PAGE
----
As mentioned, a stone slab with embedded markings was found during the Onslow Company expedition, and most of the people at that time believed it wasn’t something to be excited about.
However, some believed it was a secret code but weren’t able to find someone to translate it. In 1860, it was decoded by a language professor from the faculty of Nova Scotia’s Dalhousie University, and his translation was ‘Forty Feet Below Two Million Pounds Are Buried.’ In the 1970’s, another translation surfaced, deciphered as something about a Coptic Christian warning people not to forget their duty to the Lord. There were those who refuted the existence of any markings on the stone, and some even doubted the authenticity of the translations.
A tiny piece of parchment
It was reported that those who led the expedition in 1897 found a very small piece of parchment printed with letters, “vi.” The object was sent to Harvard University in recent years so it could be authenticated by experts in the field. It was proven authentic, but no one could accurately say that it was part of the buried treasure or just one of the remnants of the past inhabitants of the island some even speculated that it might come from the original manuscripts of William Shakespeare.
We are on the hunt tonight!
Don't miss an all new episode of The Curse of Oak Island, Tuesdays at 9/8c. pic.twitter.com/lsKVrooRtF
— Curse of Oak Island (@CurseOfOak) January 5, 2022
In 2017, the Lagina crew found a garnet brooch with a 500-year-old red gemstone, and which was featured in the fifth episode of the “Curse of the Oak Island Treasure.” It was Gary Drayton, a metal-detecting expert, who discovered it somewhere north of the island using a handheld device but it was Rick Lagina who dug it out from the ground. The rear part was the first to be seen, followed by the front of the brooch with the red stone a few minutes later. Initially, they all thought it was ruby, but after thorough inspection, it turned out to be a 12-faceted 500-year-old Rhodolite Garnet. Speculations arose that it was part of Marie Antoinette’s jewels.
Medieval Cross resembling those used by the Knights Templar
Gary exclaimed to one of the Lagina brothers, ‘We might have just made history here, Rick.’ In season six of the TV show, the treasure hunters found a lead medieval cross in the Smith’s Cove area, similar to those used by the Knights Templar. It was probably one of the biggest finds as it could suggest that members of the Knights Templar were able to successfully reach North America many centuries ago.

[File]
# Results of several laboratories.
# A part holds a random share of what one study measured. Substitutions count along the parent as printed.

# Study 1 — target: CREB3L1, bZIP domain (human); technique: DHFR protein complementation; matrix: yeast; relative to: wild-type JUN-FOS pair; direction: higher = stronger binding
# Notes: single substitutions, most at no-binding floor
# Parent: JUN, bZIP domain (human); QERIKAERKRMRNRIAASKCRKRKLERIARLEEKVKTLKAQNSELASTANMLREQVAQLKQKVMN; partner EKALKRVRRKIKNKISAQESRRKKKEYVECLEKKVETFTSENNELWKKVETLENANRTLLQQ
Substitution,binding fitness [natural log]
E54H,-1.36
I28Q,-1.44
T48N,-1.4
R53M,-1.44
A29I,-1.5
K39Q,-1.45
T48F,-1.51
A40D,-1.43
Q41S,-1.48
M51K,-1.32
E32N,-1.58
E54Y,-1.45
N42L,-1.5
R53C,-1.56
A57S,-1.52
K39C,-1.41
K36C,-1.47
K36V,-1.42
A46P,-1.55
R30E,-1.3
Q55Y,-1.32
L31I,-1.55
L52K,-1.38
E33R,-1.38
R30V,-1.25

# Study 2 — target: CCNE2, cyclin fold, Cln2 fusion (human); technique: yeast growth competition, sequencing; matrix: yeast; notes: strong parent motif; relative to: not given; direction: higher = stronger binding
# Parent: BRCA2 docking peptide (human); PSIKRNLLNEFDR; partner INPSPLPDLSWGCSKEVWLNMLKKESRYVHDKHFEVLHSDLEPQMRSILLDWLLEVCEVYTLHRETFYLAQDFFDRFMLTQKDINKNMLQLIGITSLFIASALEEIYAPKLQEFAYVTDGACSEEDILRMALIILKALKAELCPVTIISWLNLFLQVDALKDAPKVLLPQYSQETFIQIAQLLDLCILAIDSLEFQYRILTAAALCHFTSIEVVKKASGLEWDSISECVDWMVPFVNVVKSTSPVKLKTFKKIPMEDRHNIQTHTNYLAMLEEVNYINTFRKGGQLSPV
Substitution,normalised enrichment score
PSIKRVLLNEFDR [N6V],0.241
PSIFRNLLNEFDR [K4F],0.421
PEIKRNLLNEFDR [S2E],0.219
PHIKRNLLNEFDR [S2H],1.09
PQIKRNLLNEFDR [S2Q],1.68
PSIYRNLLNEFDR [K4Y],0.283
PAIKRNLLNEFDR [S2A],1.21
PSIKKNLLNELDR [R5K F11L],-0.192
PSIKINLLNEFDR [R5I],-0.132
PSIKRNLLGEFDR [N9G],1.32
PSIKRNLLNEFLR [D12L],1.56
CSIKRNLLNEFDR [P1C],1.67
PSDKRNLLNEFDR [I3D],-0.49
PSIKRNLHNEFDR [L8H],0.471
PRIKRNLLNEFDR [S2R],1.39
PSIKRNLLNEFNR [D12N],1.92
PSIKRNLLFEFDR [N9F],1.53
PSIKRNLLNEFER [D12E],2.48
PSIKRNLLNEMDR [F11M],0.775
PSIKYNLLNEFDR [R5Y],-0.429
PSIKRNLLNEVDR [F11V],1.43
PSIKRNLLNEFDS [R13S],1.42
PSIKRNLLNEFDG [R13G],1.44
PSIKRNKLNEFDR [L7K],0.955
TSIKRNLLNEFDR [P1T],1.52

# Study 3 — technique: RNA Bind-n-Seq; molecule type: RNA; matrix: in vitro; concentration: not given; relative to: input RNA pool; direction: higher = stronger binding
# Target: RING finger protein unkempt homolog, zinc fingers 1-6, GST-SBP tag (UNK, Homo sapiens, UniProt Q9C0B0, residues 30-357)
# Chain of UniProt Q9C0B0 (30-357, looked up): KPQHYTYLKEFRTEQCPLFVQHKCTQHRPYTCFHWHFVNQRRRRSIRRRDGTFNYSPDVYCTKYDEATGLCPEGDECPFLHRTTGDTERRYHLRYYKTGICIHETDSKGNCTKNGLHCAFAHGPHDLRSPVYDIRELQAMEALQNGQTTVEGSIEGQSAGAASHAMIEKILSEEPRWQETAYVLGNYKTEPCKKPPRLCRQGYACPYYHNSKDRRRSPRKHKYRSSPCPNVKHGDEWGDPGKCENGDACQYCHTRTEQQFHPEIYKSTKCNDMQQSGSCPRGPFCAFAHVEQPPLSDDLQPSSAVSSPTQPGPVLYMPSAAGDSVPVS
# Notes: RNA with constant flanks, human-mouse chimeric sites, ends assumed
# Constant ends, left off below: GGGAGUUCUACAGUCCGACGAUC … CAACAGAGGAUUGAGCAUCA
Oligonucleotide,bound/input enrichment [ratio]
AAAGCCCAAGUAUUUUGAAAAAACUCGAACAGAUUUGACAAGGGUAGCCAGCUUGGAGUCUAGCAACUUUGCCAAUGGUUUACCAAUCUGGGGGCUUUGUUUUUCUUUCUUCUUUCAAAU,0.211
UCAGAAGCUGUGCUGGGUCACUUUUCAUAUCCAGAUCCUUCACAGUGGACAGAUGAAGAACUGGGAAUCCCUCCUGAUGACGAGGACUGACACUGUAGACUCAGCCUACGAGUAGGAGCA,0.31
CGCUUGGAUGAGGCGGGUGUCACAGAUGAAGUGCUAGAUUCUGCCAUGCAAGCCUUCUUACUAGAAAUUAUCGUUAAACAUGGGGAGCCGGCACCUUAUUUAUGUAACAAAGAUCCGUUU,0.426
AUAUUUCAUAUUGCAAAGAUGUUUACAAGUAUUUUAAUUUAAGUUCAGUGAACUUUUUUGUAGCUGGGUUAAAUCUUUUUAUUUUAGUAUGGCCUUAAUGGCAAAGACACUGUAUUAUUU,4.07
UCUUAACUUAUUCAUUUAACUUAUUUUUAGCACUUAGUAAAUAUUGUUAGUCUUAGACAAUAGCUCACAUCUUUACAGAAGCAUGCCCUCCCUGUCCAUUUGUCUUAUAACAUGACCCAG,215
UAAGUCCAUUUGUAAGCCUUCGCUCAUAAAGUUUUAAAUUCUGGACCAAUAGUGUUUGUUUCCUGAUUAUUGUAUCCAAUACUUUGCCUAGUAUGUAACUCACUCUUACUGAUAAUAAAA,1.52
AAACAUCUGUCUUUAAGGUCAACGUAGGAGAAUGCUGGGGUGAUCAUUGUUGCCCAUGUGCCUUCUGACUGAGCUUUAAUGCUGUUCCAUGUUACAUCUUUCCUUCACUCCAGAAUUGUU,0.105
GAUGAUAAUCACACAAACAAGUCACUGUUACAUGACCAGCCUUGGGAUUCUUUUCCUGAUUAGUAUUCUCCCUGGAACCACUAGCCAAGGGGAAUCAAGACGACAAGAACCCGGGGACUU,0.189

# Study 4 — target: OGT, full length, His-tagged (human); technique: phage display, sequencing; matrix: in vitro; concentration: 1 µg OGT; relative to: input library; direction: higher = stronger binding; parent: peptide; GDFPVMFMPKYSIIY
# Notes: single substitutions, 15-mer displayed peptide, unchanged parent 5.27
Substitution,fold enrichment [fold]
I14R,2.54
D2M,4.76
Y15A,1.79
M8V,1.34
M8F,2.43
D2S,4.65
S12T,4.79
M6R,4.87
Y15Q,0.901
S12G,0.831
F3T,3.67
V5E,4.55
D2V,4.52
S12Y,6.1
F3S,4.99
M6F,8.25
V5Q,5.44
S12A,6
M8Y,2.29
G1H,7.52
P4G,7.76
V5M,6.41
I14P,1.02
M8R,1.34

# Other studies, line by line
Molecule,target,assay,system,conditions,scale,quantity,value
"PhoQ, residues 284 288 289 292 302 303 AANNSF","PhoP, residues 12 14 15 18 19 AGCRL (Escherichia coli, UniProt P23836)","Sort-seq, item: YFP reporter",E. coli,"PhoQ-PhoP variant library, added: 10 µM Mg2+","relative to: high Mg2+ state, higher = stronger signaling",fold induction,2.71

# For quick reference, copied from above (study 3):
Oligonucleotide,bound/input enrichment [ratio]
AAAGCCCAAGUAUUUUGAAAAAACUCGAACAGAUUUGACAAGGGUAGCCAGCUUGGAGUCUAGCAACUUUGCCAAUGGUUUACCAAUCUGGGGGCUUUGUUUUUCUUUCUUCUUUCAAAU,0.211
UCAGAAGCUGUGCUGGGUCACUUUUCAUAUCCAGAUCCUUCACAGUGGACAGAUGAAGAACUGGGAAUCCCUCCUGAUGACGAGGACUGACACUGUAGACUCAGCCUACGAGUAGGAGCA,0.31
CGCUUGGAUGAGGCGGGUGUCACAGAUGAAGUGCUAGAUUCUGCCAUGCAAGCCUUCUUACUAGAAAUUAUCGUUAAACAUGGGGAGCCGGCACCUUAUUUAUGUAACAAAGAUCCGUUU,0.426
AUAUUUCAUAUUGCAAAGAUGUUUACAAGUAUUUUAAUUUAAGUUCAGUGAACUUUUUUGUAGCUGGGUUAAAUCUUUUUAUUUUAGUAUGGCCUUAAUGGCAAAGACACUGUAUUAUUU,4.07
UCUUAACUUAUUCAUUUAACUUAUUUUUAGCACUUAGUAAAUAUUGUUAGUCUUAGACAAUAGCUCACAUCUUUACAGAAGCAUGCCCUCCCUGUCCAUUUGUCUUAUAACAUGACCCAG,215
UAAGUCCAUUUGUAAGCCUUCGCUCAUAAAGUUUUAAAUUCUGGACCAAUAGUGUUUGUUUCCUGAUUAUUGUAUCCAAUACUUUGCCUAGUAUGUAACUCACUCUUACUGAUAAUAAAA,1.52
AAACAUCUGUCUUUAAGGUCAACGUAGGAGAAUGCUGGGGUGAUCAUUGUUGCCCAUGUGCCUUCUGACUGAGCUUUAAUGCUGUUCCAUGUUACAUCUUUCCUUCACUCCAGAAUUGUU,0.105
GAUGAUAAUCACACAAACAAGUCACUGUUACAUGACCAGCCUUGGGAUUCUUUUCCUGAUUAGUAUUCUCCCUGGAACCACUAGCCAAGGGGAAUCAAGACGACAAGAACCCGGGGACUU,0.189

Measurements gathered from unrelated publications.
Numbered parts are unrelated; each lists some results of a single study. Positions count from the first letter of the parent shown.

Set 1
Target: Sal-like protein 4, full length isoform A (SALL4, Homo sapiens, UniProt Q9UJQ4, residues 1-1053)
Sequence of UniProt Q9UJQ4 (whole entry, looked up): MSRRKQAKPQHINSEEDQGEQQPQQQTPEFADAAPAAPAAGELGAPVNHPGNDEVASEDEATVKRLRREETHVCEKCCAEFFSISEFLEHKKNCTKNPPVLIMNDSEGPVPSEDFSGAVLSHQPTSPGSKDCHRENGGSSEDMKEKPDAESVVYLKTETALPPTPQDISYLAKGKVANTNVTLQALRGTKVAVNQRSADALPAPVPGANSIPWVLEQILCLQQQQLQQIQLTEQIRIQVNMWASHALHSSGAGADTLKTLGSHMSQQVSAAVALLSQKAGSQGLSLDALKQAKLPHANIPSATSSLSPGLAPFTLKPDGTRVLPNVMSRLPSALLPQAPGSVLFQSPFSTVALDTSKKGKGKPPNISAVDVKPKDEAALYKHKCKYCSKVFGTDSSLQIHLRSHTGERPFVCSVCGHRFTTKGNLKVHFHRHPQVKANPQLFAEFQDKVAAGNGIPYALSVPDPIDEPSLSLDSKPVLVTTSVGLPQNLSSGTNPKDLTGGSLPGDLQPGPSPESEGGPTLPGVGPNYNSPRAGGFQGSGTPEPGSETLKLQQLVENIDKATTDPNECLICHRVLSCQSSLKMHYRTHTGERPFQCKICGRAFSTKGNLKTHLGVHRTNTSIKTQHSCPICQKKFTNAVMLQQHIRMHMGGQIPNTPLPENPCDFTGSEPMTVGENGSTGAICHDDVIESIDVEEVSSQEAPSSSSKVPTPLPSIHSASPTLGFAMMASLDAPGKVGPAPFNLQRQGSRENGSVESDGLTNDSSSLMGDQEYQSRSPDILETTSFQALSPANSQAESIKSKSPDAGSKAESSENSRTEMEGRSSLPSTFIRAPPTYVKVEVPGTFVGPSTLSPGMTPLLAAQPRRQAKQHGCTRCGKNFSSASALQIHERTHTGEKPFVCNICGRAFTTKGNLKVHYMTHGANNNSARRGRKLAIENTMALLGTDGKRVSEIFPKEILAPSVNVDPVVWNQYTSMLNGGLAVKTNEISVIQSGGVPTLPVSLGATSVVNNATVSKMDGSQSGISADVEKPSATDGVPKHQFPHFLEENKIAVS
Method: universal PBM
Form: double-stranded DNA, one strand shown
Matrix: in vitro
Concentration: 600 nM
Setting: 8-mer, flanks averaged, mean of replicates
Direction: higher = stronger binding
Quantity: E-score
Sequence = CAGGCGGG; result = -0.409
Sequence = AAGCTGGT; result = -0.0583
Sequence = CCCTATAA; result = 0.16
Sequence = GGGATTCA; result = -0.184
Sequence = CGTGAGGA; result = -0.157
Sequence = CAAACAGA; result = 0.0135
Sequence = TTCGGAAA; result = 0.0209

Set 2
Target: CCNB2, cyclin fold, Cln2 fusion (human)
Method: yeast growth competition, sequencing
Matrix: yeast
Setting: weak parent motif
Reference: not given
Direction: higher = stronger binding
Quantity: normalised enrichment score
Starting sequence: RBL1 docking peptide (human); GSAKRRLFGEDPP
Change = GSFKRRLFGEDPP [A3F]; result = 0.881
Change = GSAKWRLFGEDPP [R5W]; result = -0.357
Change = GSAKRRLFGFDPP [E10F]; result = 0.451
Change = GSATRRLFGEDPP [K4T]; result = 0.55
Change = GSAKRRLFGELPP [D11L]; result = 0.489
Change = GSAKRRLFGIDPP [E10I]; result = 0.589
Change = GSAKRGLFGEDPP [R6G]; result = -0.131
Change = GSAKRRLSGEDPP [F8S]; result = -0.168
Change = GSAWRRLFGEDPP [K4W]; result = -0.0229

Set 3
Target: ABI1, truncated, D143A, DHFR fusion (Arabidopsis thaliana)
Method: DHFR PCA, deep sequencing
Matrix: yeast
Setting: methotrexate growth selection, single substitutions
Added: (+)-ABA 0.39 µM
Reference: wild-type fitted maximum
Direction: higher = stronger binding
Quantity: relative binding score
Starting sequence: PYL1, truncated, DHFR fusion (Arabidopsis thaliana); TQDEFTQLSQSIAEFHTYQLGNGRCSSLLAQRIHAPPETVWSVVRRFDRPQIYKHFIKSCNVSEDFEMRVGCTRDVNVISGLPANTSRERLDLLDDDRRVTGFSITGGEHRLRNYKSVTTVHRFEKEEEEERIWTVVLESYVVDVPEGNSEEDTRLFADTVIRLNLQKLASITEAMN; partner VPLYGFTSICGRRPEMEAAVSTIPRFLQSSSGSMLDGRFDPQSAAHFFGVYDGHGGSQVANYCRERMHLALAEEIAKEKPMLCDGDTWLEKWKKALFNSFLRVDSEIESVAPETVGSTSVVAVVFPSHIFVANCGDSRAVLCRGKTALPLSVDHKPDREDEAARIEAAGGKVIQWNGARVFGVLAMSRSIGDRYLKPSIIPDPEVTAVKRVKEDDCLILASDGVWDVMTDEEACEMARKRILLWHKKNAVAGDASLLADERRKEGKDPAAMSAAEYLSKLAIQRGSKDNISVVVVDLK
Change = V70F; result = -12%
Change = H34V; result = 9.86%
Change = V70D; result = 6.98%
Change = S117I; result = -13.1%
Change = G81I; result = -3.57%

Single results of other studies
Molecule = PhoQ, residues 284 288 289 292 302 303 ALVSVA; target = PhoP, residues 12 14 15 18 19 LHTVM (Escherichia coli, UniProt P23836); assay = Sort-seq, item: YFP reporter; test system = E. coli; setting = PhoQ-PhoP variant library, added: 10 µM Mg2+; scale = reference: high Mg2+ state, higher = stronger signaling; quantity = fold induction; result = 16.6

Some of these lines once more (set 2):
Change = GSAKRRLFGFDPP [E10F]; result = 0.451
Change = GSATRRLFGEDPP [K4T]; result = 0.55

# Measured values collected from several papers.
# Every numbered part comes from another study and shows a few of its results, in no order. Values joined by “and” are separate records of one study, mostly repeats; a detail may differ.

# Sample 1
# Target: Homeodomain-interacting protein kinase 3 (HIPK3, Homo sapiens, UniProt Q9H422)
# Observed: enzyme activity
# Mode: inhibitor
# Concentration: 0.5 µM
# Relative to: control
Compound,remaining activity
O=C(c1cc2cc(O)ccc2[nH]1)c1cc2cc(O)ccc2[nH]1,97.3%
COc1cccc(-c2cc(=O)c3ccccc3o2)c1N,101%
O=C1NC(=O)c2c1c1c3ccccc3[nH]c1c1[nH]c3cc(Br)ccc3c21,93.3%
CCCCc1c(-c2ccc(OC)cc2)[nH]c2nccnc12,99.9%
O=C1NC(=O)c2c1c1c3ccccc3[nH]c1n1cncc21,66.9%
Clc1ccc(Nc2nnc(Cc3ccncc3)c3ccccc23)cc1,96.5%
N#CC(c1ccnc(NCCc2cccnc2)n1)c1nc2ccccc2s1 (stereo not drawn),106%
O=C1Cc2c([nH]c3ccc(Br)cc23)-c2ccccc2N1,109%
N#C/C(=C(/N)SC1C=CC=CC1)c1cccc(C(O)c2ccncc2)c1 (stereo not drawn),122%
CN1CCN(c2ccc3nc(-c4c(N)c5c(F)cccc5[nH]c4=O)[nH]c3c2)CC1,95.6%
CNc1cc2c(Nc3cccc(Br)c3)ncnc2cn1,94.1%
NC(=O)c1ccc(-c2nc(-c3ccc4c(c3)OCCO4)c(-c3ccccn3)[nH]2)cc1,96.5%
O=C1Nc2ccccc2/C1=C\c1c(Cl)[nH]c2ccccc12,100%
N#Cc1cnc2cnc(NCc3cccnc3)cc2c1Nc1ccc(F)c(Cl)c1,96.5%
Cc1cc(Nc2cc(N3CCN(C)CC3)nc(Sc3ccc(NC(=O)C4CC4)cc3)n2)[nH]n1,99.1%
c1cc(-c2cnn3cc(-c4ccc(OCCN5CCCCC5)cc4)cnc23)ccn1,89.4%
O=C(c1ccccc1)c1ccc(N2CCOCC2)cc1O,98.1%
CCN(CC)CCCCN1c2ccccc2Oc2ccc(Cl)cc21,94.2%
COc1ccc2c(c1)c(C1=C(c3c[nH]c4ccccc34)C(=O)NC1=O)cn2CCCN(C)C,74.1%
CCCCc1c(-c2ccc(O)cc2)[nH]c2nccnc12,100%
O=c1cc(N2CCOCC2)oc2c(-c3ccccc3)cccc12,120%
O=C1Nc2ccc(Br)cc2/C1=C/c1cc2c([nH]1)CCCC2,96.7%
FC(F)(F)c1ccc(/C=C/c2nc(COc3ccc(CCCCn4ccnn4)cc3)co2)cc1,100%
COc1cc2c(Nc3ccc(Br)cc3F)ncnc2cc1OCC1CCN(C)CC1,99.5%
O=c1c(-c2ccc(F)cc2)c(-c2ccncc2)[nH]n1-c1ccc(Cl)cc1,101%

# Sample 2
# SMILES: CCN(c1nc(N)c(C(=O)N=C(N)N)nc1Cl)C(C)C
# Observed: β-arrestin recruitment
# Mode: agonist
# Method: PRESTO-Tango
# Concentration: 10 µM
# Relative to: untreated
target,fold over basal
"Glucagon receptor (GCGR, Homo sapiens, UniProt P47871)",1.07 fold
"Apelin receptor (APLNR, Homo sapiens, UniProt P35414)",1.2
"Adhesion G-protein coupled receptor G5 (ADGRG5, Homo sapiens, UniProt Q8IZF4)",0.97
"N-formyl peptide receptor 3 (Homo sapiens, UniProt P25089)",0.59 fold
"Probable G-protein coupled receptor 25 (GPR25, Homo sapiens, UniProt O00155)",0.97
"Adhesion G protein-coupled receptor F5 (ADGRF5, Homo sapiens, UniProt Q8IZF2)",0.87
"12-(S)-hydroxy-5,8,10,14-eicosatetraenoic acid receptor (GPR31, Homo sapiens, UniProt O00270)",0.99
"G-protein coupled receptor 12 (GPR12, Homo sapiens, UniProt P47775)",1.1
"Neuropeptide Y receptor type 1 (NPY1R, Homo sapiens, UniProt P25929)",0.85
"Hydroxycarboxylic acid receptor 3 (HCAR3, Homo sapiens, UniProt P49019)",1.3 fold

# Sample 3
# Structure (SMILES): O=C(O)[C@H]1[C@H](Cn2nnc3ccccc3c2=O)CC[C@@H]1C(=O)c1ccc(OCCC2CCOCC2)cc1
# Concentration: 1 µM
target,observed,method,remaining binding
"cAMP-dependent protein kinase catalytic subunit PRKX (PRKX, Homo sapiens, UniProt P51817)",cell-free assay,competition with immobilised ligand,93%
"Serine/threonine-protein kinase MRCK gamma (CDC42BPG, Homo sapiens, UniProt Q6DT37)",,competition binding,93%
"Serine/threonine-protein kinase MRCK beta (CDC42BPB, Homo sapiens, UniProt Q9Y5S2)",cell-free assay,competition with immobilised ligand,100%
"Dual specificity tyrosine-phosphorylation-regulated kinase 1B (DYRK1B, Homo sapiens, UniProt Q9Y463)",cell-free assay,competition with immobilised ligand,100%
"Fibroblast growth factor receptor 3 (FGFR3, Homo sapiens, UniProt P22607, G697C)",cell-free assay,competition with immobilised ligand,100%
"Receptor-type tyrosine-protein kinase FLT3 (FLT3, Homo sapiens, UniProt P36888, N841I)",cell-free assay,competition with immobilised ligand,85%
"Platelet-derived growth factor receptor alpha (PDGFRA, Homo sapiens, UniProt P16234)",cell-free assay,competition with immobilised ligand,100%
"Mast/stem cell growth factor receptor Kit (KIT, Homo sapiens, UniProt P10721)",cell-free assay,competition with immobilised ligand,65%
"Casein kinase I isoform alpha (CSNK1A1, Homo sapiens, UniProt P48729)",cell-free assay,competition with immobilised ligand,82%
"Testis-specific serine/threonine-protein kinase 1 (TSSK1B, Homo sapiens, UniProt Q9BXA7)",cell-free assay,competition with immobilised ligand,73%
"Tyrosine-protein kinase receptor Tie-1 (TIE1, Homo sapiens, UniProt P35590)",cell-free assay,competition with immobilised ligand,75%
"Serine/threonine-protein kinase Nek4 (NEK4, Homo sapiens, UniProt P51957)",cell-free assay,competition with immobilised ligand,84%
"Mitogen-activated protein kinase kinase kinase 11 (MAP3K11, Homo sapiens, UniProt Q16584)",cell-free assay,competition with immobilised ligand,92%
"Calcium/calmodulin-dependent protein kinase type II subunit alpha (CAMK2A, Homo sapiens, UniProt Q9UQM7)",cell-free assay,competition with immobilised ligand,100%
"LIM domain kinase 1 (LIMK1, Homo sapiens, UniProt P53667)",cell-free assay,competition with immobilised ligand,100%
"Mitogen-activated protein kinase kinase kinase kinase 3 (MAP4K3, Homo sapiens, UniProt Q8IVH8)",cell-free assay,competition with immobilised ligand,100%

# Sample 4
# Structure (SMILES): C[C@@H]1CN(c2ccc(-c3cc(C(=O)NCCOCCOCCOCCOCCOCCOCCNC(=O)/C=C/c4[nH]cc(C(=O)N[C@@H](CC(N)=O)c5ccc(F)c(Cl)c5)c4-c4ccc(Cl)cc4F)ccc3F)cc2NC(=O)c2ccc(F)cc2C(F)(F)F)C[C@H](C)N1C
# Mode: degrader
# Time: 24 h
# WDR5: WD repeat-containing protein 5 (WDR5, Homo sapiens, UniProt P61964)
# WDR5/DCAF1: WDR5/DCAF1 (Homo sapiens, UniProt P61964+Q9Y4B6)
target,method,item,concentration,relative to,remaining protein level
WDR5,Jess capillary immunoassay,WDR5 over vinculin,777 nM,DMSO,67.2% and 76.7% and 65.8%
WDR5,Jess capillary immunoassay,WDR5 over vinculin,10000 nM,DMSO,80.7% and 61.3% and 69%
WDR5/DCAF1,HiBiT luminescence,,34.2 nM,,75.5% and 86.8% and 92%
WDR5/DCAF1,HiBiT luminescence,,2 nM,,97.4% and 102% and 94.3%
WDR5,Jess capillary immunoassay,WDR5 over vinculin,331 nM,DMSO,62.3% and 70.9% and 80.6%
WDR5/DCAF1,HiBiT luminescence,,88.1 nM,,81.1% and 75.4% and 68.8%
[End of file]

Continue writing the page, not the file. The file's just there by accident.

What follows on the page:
They had it tested at the University of New Brunswick through laser abrasion, and discovered that it wasn’t from North America. The team brought the lead cross to the German Mining Museum and had it tested by a geochemist, Tobias Skowronek. It didn’t match any deposits that were used from the 15th to 17th centuries, but when it was tested with those from the medieval era, it found a match. The result corroborated the belief that some members of the Knight Templar went to Scotland and Oak Island carrying with them the amassed treasure of the group.
Human bone fragments
In one of the boreholes at 160ft, 50 meters, around what was believed to be the Money Pit area, the Lagina crew found two bone fragments that they believed were human. They had them examined through a series of tests so they could be properly identified. Dr. Timothy Frasier from the Department of Biology at St. Mary’s University in Halifax concluded that the bones were from European and Middle Eastern lineages. It was more evidence of the popular supposition that the Knights Templar went to Oak Island to hide their treasure from their enemies.
Mysterious gold coins
In the fourth season of the “Curse of the Oak Island Treasure,” the whole crew became excited as one of the treasure hunters announced that he found what seemed to be a gold coin. The mere mention of the words, ‘Gold Coin,’ was enough for the team who heard it to pause for a few moments. It had markings on the side of the golden disc but no one could read it. When it was tested later, it was indeed made of gold, but the dimple at the center of the back of the disc indicated that it was more of a gold-plated button than a coin, believed to be from the uniforms used by the British Army in the 18th century. Most of the people in the crew as well as the viewers lost interest, but it wasn’t worthless because it opened up a lot of questions as to what the British Army was doing in Oak Island.
Why was it so hard to find the Oak Island Treasure?
With all the modern technology that the 21st century could offer, most people assumed that the Oak Island Treasure should be easy to discover. However, after nine seasons of the TV show “The Curse of the Oak Island Treasure,” there was no substantial proof to come out that could accurately prove 100% that the treasure was real. Many believed it was due to the curse associated with the treasure. Somewhere along the way after the legend of the treasure was born 200 years ago, a curse about it was whispered over the years. They said that it would take seven deaths before the treasure would be revealed, probably due to the frustrations of the first failed treasure expeditions. There have been six deaths associated with the treasure hunt, and the people now believe that when the seventh death occurs, then the buried treasure will be found.